Which is the financials associated with the remaining areas "under review and to be clear" not everything under review will be solved, but a good chunk of it will be, so it gives you some sense of the dimensions of what we are working with. The second theme from the strategy refocusing to capital strength.

We've talked about, if you like the measureable strength of the capital in terms of tangible ratios and so on, what I want to talk a bit more about is quality, just so you have a sense of what we've been doing and what else could be out there that we need to think about, you need to be aware about.

Goodwill, there is some goodwill left on our balance sheet that doesn't feel to be anything significantly vulnerable, anymore with the things we've done, that can always be bits and pieces, but it feels to me like we borrowing some other really unexpected thing that we've got to the end of that clean-up.

Software intangibles, I think it's possible there's another round of software write-offs possible, if we identify cost saving targets that are higher than the ones we have presented to you now. The ones we presented to you now, we have written off the software that's no good. I hope we can go further, go further in our technology plans and that would mean, a more accelerated redundancy and some other intangible write-offs. If we do that, well they need to in turns [ph] with raising cost targets and it won't – cost capital if we do it, it will just be noise in the balance sheet, but just so you can think about that.

The reserve margin we'll keep disclosing it at the moment 5%, feels like the right number. There is no great magic about it, we could move it up or down, but that feels like the right number, but whatever we do, you'll know what we are doing.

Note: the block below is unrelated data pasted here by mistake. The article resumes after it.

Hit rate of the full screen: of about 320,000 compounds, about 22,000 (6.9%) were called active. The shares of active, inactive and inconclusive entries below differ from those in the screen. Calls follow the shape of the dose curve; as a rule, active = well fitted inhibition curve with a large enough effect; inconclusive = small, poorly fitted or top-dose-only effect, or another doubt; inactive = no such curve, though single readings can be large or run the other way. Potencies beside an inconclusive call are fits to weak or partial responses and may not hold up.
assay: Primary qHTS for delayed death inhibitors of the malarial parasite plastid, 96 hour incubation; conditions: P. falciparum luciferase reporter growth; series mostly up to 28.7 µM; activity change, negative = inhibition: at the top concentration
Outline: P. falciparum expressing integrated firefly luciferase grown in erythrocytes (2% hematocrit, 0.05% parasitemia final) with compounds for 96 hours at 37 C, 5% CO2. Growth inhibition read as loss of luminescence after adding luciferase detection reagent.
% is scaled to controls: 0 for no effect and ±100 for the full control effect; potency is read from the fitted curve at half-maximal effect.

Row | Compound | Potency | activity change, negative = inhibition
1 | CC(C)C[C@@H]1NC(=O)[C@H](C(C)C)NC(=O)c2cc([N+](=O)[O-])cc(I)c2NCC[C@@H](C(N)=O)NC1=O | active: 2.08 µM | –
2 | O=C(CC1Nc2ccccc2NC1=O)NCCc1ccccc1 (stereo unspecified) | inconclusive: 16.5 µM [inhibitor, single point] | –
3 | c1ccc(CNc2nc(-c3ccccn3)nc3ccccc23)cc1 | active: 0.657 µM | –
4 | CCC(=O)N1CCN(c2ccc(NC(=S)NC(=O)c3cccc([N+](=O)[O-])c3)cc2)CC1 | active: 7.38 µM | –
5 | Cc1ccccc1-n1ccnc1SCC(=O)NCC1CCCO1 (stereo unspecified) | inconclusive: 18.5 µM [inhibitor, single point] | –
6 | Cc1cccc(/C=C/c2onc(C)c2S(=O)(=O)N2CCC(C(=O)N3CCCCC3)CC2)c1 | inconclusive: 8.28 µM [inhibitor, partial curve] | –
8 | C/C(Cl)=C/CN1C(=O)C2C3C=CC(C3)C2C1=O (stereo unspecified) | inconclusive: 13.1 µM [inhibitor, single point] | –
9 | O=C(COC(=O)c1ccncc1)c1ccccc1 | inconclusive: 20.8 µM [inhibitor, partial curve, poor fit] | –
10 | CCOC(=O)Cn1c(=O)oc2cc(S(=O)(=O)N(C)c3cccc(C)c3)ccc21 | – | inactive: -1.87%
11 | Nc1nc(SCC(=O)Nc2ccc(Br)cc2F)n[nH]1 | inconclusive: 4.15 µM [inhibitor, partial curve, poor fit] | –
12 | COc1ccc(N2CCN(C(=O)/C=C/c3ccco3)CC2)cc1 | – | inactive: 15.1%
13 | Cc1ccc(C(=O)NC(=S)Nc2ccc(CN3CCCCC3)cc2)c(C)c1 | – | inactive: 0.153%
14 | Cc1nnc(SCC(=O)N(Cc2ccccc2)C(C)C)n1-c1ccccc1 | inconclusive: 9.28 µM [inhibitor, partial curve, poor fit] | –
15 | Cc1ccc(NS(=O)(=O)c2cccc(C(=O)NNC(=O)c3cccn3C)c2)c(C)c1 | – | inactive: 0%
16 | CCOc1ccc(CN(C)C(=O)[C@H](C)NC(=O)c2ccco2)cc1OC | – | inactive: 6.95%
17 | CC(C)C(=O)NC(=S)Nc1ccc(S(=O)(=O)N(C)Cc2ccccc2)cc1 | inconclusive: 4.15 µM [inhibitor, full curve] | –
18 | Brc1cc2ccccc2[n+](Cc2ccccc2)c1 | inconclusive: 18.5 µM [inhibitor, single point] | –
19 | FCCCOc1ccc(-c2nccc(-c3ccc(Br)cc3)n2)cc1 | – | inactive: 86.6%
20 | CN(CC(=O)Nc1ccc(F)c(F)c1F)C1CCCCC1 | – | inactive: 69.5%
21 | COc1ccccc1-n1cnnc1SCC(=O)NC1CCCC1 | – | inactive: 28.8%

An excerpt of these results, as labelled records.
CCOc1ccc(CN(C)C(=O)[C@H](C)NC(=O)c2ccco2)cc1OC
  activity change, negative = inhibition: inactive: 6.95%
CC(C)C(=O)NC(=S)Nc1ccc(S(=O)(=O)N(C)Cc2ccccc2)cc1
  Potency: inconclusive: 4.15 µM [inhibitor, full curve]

Reserve increases; I talked about that a little bit. Do we have much more of that to do before going onto, if you like a normal pattern? I suspect there will be a few items in the second half, hard to judge right now. There is a few things, we are looking at, feels like it will be less than the first half, feels like will be more than zero, but this doesn't feel like a multiyear clean-up exercise, if I can put it that way.

Discount rate, one of the things that we did adjust in February. Obviously, interest rates or yields in the market are even lower than they were back in February in the UK and especially the other place where we've got these liabilities is in Sweden. So it's possible, we move those around again that doesn't hit capital if you do it. If interest rates were to stay low, we might come into some pressure to do that.

I don't think, you should care one way or another really, it's just noise, but just so you understand we keep that under control. Tax assets, it's tangible assets, I don't really believe they're tangible assets, but no less they do count as that, they don't count as capital, so you shouldn't worry too much about them.

We've been reducing our tax assets, is just disclosure on that, in the report and we are not recognizing some of the losses, they're there, there are hidden assets on our balance sheet now, you know I don't want to be in the position where, we've got lots of assets for things that may happen in the future or may not happen in the future.

So we have to keep under review, whether we want to take more write-offs or just simply carry on not recognizing until we got through the clean-up phase don't quite nearly answer, but just flag it. And finally, pensions is the other big area for companies like us to note from a positive standpoint. Our pensions are now net in surplus from an accounting standpoint. They're probably not quite yet in surplus from a so called funding standpoint and they're massively in deficit from a buyout standpoint or what, how you would call it, but the good news is, narrowed the deficit from accounting standpoint.

We have also made the assumptions a bit more conservative by reducing the assumed real return by 10 basis points, over the last six months. Every 10 basis points cost a £100 million just order of magnitude, so you know. Of course, we have to keep that under review, not just the investment mix but also those assumptions and anyone thinking about the core of our balance sheet has to understand, what's there and what isn't.